- 8 years ago
I am also a huge stickler for proper etiquette, which is a field of communication that overlaps with the domain of proper hospitality (to whit, making sure guests are well hosted), but includes much more. Etiquette isn’t only about making other people comfortable, nor just about not offending other people. It is also about making a good impression, and about setting standards of beauty, elegance and graciousness in social interactions — which in practice means etiquette also overlaps with the domains of style and fashion.
Etiquette is complex. And most girls get their introduction to formal social etiquette by arranging their wedding celebration, which is rather like taking full-immersion advanced university French as your first-ever foreign language class. Wedding websites and magazines and etiquette books try to help you out with simplified rules. But those rules are nearly always over-simplifications. This rule is one of the over-simplifications.
The basic principles behind this rule are: it is more polite to pay personal attention to others than to hand their care over to machines or hired servants, that what’s easiest for you should never take precedence over what is gracious to your guests, and that every lady of good society should have basic social skills. These principles were established before the industrial revolution, let alone before the twentieth century, at a time when beautiful handwriting was one of those basic social skills and the ink-jet printer was undreamt-of. Indeed, etiquette had to struggle with the notion of how to incorporate mass-printing of any sort, even invitations — which are most “properly” hand-written in their entirety! I’ve actually done that for affaires up to a hudred guests, but it isn’t really a reasonable expectation, and certainly not for 300+ guests!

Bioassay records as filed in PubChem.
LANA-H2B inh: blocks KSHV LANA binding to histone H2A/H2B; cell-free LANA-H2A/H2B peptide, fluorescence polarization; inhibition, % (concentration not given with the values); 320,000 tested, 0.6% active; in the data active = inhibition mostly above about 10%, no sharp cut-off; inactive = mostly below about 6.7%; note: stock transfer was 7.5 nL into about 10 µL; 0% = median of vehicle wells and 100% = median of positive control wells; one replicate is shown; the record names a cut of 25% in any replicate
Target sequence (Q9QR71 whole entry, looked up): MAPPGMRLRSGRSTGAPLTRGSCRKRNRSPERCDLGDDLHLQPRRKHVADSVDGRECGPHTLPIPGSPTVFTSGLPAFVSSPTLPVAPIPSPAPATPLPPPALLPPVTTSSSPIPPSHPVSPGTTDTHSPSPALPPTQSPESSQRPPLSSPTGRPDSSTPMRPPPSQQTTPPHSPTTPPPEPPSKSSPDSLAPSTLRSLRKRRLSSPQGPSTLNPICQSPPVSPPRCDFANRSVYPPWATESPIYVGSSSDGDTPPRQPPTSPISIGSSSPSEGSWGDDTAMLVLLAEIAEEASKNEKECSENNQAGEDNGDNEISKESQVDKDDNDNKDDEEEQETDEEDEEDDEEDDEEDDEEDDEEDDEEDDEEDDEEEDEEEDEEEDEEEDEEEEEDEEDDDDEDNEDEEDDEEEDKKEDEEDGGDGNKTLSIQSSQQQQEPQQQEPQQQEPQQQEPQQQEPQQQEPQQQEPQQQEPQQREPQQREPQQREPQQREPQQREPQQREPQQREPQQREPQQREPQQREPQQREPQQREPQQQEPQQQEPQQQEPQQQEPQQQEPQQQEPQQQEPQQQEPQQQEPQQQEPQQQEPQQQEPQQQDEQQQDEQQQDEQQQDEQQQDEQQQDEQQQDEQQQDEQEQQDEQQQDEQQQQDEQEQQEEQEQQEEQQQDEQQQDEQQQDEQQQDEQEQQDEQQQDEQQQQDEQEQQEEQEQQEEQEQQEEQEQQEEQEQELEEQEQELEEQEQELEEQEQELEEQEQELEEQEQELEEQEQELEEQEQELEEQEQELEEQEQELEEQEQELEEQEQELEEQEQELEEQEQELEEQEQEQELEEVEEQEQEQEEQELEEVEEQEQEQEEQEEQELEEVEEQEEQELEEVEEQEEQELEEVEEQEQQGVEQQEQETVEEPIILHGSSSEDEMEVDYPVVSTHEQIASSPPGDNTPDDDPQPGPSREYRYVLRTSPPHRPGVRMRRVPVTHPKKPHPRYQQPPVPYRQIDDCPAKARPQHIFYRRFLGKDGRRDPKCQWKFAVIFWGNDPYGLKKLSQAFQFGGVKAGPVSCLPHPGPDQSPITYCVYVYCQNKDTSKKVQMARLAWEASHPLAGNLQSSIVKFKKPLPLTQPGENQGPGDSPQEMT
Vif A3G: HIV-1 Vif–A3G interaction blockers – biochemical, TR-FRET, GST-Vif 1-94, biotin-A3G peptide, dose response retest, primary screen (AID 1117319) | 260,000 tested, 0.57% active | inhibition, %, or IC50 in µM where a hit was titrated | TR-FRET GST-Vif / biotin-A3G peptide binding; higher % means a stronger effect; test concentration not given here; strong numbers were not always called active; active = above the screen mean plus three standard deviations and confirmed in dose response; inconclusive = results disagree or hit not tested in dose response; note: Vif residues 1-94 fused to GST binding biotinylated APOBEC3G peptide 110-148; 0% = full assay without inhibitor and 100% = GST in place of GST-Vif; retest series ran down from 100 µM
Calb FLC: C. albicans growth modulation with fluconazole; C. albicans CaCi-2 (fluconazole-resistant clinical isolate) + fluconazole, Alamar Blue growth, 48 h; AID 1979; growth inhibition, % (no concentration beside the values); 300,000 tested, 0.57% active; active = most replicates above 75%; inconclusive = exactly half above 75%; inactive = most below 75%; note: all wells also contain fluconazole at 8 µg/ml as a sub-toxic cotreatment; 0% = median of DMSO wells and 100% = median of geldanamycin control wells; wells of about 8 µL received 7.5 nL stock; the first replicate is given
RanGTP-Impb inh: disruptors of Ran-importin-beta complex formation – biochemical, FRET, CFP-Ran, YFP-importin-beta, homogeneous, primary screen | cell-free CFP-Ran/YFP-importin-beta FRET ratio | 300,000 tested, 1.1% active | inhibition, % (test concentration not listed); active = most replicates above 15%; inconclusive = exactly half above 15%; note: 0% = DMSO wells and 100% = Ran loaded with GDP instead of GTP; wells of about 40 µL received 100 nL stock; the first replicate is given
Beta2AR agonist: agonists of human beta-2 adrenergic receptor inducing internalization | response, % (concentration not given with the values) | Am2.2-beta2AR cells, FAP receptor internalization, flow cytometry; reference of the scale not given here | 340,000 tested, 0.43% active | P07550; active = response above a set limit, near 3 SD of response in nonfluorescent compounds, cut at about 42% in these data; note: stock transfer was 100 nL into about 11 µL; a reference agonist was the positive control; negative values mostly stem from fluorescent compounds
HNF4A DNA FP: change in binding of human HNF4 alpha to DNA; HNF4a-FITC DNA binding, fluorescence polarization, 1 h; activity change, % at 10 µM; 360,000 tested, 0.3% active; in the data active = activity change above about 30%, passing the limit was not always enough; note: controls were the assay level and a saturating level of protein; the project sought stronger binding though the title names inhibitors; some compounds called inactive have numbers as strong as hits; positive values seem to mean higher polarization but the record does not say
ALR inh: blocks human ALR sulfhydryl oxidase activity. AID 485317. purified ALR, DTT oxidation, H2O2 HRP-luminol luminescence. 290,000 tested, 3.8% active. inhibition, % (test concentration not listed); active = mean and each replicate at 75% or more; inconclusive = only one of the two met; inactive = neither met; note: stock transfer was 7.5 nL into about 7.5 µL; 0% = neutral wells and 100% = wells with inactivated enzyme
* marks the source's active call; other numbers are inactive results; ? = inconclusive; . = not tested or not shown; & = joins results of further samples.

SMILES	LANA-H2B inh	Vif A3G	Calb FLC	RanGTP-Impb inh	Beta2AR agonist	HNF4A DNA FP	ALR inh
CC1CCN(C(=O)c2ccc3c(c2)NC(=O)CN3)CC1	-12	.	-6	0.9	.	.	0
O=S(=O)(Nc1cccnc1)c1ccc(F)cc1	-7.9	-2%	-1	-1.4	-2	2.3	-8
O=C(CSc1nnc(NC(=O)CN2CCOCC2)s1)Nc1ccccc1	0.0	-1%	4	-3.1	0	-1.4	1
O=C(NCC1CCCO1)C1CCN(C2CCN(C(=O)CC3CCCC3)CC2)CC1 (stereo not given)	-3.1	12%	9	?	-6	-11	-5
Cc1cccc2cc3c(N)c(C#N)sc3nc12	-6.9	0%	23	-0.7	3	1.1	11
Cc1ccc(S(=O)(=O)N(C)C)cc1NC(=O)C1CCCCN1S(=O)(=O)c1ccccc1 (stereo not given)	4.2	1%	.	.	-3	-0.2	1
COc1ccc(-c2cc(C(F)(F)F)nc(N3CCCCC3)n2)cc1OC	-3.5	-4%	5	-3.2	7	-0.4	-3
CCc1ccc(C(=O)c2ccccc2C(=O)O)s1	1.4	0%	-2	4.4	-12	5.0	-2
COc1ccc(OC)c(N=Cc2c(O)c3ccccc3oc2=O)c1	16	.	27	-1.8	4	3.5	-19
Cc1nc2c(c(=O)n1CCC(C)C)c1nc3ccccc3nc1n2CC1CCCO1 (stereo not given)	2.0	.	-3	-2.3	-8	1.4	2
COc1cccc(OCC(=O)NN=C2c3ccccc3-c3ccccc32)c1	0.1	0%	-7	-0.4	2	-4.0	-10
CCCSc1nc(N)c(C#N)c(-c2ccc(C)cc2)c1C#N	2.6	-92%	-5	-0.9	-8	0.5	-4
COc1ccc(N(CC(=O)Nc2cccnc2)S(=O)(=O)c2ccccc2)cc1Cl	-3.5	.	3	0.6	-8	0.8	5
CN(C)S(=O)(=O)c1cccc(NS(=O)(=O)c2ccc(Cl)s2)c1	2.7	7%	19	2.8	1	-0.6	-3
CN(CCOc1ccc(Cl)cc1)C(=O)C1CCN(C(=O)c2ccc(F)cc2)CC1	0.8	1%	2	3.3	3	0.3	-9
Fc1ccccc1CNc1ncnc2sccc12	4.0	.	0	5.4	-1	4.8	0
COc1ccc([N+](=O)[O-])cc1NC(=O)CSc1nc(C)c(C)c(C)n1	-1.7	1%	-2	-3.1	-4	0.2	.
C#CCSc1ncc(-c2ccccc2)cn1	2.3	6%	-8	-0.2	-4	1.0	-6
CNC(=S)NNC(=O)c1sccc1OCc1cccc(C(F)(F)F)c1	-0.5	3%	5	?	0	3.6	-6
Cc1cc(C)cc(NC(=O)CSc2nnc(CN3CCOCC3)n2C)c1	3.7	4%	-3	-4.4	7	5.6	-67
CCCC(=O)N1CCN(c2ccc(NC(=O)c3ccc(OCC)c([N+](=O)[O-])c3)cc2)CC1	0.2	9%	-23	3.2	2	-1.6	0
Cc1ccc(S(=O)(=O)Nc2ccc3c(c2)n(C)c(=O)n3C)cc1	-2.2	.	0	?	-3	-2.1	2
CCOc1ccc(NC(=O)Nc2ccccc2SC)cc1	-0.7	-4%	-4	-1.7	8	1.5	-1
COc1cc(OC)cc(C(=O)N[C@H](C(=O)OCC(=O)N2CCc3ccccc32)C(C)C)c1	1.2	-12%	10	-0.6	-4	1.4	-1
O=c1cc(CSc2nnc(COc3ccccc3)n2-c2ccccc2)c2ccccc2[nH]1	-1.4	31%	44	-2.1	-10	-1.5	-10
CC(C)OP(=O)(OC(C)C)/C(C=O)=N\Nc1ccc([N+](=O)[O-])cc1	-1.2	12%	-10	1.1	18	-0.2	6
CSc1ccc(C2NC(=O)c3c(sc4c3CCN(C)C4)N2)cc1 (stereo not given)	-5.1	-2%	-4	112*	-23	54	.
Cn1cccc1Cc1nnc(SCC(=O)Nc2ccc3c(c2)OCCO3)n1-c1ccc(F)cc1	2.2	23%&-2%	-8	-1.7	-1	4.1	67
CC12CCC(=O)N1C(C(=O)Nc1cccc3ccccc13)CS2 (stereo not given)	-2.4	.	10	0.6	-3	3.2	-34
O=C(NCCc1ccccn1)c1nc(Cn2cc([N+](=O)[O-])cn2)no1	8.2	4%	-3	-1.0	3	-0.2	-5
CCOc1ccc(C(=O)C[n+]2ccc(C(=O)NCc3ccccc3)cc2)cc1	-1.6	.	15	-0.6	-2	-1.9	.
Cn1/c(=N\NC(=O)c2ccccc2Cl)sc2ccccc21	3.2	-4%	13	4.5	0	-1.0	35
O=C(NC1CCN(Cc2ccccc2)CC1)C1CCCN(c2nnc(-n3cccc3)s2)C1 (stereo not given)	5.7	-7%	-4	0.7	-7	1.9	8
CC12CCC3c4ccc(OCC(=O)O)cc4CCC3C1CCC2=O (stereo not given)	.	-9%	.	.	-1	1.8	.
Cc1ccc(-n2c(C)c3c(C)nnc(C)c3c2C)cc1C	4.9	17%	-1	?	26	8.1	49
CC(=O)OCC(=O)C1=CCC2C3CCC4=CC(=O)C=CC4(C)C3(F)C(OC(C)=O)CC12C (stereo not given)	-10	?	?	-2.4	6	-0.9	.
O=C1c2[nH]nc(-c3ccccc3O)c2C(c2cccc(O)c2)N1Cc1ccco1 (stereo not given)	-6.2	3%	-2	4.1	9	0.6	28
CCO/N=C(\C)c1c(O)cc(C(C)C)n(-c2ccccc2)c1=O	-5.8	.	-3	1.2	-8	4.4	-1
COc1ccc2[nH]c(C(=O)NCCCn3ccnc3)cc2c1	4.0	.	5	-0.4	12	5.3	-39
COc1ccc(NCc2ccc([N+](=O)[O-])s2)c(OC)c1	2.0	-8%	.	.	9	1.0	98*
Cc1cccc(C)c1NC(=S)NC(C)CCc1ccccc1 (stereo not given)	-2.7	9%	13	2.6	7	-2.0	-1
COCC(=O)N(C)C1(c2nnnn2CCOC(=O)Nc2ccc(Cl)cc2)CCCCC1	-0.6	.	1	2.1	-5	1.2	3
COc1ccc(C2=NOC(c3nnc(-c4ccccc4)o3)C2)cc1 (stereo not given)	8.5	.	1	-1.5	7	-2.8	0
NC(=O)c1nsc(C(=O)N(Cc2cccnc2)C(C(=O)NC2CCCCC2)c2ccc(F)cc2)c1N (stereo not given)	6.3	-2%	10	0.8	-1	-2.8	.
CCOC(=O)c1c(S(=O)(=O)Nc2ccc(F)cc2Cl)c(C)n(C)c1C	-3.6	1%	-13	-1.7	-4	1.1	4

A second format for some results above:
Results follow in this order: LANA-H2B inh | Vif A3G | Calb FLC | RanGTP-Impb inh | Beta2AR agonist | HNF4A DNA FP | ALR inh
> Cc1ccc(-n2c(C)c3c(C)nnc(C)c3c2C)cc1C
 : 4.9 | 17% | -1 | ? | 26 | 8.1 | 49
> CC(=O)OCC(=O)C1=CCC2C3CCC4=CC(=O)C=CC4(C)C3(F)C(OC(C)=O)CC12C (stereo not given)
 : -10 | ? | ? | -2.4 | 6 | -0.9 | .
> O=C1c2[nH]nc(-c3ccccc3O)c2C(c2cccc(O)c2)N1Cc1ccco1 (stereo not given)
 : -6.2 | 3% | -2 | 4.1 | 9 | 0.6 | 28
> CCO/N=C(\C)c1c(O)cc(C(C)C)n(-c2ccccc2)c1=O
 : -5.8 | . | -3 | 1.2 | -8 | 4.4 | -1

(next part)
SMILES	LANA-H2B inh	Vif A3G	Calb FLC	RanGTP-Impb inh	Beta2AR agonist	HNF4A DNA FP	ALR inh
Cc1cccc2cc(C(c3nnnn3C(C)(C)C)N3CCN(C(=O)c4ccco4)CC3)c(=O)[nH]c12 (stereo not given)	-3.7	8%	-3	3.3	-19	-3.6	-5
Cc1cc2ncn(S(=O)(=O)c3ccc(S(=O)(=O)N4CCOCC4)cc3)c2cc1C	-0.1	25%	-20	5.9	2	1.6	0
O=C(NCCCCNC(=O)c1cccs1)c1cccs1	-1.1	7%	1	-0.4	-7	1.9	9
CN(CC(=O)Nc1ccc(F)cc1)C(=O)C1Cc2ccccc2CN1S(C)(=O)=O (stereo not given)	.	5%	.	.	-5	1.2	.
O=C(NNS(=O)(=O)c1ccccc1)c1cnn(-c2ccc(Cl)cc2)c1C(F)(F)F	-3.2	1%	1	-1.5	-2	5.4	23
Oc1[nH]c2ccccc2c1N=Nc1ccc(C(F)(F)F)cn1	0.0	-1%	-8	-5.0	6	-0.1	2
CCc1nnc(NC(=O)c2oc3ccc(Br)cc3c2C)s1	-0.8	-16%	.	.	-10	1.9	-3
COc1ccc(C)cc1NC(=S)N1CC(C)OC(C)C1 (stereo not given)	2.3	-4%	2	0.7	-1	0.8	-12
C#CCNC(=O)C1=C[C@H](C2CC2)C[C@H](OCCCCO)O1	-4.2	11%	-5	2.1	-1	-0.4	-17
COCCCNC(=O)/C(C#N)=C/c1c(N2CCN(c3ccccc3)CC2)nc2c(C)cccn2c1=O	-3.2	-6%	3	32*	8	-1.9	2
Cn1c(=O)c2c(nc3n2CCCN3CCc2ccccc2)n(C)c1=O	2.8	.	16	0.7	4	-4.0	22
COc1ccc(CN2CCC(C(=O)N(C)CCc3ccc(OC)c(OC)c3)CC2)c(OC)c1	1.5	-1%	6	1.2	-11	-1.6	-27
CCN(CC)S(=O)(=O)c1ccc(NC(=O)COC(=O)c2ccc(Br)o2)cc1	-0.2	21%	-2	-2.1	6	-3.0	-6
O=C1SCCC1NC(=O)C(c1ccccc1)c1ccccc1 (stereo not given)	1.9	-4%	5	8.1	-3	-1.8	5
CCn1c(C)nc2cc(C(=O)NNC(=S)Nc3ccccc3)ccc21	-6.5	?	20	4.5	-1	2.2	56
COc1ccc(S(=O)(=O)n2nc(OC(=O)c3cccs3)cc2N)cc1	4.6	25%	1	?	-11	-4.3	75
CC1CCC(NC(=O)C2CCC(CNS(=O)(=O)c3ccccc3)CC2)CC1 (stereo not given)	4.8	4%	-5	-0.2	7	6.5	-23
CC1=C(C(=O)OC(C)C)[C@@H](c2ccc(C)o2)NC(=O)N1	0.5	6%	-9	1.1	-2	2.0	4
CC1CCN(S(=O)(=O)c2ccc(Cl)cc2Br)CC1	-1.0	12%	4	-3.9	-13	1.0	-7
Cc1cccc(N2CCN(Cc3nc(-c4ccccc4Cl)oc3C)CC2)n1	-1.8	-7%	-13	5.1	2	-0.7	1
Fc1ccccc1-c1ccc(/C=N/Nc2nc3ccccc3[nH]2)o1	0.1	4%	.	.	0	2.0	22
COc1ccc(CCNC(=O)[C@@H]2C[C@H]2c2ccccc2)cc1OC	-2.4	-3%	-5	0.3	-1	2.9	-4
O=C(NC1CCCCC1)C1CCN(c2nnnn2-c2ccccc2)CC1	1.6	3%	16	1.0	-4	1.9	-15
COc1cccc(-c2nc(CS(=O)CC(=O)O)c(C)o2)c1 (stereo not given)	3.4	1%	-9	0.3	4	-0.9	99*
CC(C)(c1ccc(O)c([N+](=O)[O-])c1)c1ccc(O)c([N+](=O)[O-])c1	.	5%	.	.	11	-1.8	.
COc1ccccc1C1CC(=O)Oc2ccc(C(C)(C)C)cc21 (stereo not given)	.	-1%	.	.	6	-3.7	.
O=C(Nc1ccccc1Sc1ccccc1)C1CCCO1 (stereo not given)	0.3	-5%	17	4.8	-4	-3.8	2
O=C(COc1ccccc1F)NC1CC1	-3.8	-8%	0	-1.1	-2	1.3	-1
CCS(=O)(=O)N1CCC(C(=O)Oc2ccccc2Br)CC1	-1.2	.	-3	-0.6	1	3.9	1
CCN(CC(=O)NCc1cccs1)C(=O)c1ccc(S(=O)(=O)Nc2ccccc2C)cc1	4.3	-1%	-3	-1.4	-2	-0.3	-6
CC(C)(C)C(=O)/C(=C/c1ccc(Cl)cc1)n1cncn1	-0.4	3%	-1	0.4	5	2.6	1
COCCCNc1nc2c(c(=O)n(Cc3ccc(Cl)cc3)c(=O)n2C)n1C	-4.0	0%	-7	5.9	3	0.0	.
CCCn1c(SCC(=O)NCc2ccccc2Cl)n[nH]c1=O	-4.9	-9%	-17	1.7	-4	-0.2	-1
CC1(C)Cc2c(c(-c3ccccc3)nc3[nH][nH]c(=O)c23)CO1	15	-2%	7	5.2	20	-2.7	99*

So, along came hired secretaries who helped with the hand-writing, whch etiquette grudgingly accepted only as long as they were “ladies” themselves whose handwriting was indistinguishable from the hostess. Then along came copper-plate engraving, which etiquette grudgingly accepted because it has a crisp elegant look not achieved by ordinary printing presses –mbut only as long as the invitations were properly personalized with elegant hand-written write-in lines or inner envelopes (there was considerable argument in the nineteenth century about which of the two was correct). Then along came the TYPEWRITER.
Now, understand that typewriters are not just an old-fashiioned ink-jet printer. First, until the 1980s the vast majority of people had no clue how to type: that was the role of “typists” who sat in long rows in companies copying out hand-written or short-hand originals into formal letters or documents. Typewriters created an inelegant font that varied in colour depending on how old the ribbon and platen were, and how hard the typist struck the individual keys. A type-written envelope was markedly less elegant than pretty ladylike script, and it advertised loudly “this was done by a hireling”. It is for those reasons that etiquette mavens of the twentieth century banned typewritten social correspondence.